I’m going to toot my own horn here and say that I knew what the definition of “plot hole” was before I looked it up, but I’m posting it here so we’re on the same page (emphasis mine):
A plot hole, or plothole, is a gap or inconsistency in a storyline that goes against the flow of logic established by the story’s plot, or constitutes a blatant omission of relevant information regarding the plot. These include such things as unlikely behaviour or actions of characters, illogical or impossible events, events happening for no apparent reason, or statements/events that contradict earlier events in the storyline.
While many stories have unanswered questions, unlikely events or chance occurrences, a plot hole is one that is essential to the story’s outcome. Plot holes are usually seen as weaknesses or flaws in a story, and writers usually try to avoid them to make their stories seem as realistic as possible. However, certain genre (and some media) which require or allow suspension of disbelief are more tolerant of plot holes.
Now for suspension of disbelief (again, emphasis mine):
Suspension of disbelief or “willing suspension of disbelief” is a formula for justifying the use of fantastic or non-realistic elements in literature. It was put forth in English by the poet and aesthetic philosopher Samuel Taylor Coleridge, who suggested that if a writer could infuse a “human interest and a semblance of truth” into a fantastic tale, the reader would suspend judgement concerning the implausibility of the narrative.
The phrase “suspension of disbelief” came to be used more loosely in the later 20th century, often used to imply that the onus was on the reader, rather than the writer, to achieve it. It might be used to refer to the willingness of the audience to overlook the limitations of a medium, so that these do not interfere with the acceptance of those premises. These fictional premises may also lend to the engagement of the mind and perhaps proposition of thoughts, ideas, art and theories.
Do these writers not understand these terms? Or do they just not care? Are they bored? Are they looking for more site hits? Are they just assholes? When asked why write the article on the “15 Things That Bothered” about The Dark Knight Rises and not The Watch or Step Up Revolution, Peter Sciretta replied:
We dont care as much about those movies. After writing 600 articles about TDKR on the site, we expected something great. Or at least something on the level near TDK. Sadly, it does not reach these levels.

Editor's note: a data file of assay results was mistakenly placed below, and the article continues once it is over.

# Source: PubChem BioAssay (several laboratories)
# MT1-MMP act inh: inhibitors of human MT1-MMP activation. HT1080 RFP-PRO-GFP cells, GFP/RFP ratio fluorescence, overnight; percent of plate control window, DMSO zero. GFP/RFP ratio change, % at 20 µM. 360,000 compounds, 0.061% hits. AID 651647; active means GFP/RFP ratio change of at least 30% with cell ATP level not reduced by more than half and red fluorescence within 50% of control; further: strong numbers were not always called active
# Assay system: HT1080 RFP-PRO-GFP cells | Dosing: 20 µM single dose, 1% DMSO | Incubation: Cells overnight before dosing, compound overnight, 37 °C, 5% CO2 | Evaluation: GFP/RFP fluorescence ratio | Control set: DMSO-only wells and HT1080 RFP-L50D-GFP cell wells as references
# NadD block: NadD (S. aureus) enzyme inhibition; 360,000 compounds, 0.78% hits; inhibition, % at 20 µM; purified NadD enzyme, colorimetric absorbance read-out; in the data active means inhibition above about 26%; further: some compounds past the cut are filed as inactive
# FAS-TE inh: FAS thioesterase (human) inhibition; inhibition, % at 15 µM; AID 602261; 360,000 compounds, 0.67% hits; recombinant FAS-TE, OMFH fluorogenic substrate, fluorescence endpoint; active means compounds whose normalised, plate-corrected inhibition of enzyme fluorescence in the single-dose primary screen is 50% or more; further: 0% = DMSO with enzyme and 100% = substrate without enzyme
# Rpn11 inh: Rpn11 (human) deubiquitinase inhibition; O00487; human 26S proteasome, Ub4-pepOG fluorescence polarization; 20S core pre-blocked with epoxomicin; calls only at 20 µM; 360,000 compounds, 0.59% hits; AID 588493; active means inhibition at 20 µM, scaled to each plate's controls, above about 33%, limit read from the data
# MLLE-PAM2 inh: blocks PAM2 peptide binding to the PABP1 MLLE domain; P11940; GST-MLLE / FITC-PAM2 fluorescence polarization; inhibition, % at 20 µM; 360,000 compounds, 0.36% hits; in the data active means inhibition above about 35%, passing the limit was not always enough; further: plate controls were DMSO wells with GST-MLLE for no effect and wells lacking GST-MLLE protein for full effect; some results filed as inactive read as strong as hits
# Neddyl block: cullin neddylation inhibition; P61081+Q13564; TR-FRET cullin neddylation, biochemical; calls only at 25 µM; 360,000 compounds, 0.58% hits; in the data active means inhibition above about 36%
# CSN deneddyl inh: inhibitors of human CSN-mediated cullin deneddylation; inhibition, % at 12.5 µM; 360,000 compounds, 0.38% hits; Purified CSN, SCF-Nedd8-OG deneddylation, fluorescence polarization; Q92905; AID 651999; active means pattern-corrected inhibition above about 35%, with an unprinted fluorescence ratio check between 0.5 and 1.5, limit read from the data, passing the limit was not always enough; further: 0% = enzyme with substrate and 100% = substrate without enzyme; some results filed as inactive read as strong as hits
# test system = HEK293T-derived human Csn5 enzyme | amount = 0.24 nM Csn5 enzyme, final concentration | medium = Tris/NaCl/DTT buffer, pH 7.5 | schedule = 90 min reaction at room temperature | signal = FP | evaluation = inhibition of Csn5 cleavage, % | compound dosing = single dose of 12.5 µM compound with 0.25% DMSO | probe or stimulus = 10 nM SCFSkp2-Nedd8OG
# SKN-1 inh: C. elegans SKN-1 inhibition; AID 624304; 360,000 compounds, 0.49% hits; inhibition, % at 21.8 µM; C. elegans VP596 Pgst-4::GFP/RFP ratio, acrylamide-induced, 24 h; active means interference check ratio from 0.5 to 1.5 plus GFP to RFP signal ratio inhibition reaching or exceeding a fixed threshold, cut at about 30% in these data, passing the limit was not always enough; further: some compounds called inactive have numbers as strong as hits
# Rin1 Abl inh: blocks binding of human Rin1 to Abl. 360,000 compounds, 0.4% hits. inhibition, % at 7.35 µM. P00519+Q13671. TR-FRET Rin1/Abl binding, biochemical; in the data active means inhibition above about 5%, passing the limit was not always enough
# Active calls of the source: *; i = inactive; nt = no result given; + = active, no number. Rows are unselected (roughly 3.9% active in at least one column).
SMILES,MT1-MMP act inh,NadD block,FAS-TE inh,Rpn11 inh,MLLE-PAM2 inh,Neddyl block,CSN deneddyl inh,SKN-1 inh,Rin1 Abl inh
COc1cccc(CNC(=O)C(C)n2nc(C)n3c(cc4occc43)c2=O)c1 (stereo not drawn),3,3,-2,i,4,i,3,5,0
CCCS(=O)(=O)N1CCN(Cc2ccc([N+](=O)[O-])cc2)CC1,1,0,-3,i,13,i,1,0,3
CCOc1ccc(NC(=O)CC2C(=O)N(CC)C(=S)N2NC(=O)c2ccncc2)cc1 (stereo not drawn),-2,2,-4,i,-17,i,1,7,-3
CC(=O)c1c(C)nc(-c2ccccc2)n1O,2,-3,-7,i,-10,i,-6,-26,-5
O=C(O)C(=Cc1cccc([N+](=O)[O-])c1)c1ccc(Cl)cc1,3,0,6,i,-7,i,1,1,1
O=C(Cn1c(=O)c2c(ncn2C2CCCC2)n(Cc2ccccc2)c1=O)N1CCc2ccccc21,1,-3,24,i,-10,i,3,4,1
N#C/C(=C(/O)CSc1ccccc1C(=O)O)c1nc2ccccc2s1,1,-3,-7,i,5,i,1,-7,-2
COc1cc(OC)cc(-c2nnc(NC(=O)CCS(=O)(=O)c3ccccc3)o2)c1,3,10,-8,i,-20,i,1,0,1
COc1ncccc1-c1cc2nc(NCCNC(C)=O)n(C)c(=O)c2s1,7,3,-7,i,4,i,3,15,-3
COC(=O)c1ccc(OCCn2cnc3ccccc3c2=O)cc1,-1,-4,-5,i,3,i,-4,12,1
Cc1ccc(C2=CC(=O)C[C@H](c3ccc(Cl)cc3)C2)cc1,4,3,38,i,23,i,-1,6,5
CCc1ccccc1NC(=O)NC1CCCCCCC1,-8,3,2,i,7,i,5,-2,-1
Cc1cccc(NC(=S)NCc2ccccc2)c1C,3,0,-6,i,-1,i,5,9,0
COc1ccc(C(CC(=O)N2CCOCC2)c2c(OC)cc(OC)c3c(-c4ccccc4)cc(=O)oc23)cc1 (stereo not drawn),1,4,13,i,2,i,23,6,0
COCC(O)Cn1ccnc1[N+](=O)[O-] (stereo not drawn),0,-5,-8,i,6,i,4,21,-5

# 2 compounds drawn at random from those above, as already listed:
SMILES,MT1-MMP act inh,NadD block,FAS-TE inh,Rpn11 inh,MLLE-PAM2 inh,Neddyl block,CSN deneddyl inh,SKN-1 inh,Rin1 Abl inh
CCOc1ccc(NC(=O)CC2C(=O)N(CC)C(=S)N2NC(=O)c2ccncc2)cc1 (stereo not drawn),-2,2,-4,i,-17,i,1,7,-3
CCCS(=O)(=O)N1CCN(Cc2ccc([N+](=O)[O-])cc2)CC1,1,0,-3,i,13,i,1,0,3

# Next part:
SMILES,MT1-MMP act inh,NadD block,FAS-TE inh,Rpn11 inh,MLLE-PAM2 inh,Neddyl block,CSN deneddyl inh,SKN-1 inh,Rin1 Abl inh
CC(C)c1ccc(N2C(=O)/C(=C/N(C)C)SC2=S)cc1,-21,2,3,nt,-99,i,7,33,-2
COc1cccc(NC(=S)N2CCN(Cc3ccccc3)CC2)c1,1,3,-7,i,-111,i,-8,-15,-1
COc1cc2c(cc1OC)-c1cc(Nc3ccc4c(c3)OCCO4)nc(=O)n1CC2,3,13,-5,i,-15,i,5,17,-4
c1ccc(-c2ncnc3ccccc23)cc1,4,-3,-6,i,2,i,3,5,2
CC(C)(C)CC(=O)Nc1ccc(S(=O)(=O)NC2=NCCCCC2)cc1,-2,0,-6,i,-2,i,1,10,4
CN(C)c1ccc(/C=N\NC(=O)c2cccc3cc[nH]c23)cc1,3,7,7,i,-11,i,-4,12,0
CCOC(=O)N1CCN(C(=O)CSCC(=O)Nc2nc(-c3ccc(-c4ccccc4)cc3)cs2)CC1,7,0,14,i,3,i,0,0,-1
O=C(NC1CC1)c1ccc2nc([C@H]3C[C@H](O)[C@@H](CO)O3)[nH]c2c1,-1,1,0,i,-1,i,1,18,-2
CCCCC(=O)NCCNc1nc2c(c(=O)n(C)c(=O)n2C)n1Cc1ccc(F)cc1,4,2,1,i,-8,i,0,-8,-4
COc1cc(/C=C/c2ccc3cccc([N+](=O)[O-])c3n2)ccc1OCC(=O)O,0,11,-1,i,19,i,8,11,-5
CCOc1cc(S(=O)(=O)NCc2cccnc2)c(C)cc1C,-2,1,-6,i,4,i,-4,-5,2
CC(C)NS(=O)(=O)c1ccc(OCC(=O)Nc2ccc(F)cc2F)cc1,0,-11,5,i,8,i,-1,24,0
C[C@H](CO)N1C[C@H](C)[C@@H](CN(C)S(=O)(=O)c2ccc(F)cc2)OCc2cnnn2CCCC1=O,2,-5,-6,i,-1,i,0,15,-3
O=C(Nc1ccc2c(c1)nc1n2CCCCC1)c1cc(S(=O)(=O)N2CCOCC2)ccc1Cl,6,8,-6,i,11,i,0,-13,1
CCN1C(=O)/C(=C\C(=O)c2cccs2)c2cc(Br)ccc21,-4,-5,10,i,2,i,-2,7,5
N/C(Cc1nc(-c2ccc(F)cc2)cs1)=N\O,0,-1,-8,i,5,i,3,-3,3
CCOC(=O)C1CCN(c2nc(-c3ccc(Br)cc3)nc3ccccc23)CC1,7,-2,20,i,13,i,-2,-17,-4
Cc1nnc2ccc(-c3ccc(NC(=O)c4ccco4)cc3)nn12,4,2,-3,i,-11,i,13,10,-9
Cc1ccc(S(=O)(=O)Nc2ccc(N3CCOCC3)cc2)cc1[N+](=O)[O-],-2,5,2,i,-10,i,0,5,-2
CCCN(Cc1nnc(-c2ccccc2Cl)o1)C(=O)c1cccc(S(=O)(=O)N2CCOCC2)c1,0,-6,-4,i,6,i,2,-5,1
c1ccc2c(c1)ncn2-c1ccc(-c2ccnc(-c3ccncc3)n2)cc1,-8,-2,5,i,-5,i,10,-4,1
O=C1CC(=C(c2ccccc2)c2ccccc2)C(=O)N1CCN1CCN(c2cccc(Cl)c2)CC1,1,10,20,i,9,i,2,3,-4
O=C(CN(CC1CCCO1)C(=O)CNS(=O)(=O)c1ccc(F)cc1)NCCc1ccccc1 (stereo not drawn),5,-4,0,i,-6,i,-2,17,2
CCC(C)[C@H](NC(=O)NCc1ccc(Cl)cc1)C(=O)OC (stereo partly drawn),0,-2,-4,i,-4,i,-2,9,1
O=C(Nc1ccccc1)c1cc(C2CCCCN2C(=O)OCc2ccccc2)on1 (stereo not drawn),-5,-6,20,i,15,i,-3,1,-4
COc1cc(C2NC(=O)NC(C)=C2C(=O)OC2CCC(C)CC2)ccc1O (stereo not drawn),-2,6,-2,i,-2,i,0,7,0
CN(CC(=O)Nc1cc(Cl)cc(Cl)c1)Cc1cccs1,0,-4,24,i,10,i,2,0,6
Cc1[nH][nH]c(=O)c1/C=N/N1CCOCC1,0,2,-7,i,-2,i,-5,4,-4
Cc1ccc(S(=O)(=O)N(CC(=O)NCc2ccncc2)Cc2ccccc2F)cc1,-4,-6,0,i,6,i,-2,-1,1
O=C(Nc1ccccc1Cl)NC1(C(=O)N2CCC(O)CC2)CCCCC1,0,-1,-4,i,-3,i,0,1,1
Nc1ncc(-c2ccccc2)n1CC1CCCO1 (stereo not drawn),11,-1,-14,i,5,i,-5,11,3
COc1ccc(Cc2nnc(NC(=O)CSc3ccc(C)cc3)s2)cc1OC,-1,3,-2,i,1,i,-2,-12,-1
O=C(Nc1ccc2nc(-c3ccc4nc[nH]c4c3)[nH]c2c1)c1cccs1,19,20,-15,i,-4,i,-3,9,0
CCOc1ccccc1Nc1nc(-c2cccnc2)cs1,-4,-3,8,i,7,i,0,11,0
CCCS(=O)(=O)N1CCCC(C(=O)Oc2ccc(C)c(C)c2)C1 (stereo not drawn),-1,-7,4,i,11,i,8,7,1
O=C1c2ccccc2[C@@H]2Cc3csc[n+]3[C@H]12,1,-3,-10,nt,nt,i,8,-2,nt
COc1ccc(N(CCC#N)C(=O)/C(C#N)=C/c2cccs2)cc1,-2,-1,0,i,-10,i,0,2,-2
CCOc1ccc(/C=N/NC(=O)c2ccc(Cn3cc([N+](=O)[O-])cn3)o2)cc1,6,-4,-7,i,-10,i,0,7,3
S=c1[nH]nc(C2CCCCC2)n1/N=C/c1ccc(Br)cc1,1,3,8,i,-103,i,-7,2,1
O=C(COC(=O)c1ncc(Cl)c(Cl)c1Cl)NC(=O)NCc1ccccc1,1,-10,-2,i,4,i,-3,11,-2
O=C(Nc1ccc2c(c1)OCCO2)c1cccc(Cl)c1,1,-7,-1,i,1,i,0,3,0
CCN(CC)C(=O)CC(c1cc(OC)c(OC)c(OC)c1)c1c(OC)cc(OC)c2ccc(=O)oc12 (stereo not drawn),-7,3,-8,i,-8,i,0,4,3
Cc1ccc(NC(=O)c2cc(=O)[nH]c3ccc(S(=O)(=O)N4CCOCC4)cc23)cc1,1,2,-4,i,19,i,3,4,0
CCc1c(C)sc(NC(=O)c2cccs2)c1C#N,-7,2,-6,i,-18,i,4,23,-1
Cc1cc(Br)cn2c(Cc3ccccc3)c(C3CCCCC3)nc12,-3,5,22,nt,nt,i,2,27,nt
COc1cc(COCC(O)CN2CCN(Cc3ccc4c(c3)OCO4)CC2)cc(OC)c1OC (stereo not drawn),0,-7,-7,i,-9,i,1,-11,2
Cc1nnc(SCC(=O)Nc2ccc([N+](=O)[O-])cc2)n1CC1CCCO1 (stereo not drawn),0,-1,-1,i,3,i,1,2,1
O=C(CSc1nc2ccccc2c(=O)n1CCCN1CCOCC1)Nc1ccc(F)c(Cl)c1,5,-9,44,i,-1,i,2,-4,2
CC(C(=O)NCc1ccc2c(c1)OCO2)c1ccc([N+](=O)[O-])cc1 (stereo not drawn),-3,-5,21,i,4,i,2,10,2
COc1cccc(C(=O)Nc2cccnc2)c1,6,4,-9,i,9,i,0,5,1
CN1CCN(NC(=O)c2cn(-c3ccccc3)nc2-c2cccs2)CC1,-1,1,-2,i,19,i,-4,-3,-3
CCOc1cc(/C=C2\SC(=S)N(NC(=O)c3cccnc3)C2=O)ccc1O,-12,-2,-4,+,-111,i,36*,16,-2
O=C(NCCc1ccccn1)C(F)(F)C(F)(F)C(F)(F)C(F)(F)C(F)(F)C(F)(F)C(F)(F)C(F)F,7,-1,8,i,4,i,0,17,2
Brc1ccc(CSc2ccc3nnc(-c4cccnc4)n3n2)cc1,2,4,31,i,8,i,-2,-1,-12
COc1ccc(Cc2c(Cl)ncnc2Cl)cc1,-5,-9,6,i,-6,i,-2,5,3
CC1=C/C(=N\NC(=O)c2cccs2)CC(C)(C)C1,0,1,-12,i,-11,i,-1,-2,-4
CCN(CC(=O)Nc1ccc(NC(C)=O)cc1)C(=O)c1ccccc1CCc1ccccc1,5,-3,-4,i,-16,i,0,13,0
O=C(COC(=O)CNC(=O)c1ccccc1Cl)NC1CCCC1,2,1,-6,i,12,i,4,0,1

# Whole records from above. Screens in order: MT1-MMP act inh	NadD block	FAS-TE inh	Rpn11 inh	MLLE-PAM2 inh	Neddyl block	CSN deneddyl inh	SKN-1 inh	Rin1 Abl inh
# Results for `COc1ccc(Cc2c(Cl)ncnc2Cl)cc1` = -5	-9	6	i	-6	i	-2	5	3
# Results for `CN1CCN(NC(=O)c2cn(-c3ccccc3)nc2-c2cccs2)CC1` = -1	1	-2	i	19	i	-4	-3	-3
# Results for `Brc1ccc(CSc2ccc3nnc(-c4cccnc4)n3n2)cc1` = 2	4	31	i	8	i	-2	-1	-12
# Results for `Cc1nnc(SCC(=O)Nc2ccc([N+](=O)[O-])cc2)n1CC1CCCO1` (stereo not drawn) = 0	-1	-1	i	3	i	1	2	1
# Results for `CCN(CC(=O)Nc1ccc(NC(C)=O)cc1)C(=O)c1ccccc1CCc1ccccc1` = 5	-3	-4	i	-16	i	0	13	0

My response, which I have also posted on their comments section is this:
So because you chose to write 600 articles your disappointment in the movie is Nolan’s fault? (Or Bale, Pfister, pick as many as you need.) Simple solution: Have more reasonable expectations. It makes life easier.
So where was all this grousing for The Dark Knight or Batman Begins? (Seriously, I don’t have the heart to spend all day looking for it but a few preliminary searches reveal little.) What about how Batman had a bat sonar in his shoe that we never knew about? Why didn’t the bottles of antidote break when Rachel grabbed them so quickly? What happened to the thug who fell down after The Joker poked him in the eye with a pencil? What happened to the Mayor after he fell when he saw the Joker’s victim hit his office window? What about all the unnecessary cutting back to the water tower during the climax when the one guy says “it’s gonna blow!” a couple of times? What about the repetitive, corny dialogue of the cop who’s sitting in the passenger seat with a masked Jim Gordon? And perhaps the most important question: what happens to Batman’s black eye makeup after he takes off his mask? You are all fine with believing that Batman can fly around with his cape like he’s actually in a plane but can’t grasp how he could get back to Gotham after being imprisoned by Bane? Seriously? What is wrong with you people? PLOT HOLE! CLUNKY EXPOSITION! NOLAN SUCKS!
See how easy it is? It makes me feel queasy to even type all that out, but it just proves the ridiculous nature of the backlash. Not so much for the critics who aren’t Nolan or Batman or superhero movie fans in the first place, but those who once claimed that Batman Begins or The Dark Knight are flawless films. It’s almost like The Dark Knight Rises is Nolan’s first Batman movie and everyone hates it like it was directed by Joel Schumacher. You know, they could handle all the plot holes or Christian Bale’s voice and fighting style or Nolan’s editing the first two times but OH MY GOD NOW IT IS JUST INTOLERABLE. (I can totally mock people and make jokes, too, you know!)
Last week I was defending critics like Marshall Fine and I’ll still defend him, though I find his atrocious writing mostly indefensible. I can’t defend wallowing in mean-spirited negativity and petty ignorance, however. I’m certainly not above finding fault with movies (and while we’re talking about Christopher Nolan, you should check out the biggest problem I had with Inception, a movie that I still think is brilliant. I also make the cardinal sin of using the phrase “beautifully shot.” OOPS!).
I consider myself a movie critic, not merely because I have a film degree; or because I’ve been obsessed with movies and movie history as far back as I can remember; or because I watch an awful lot of movies and think, talk, read, and write about them. I also consider myself a film critic because I want to share my love and knowledge of movies with others.
If being a critic means being an asshole, then I quit.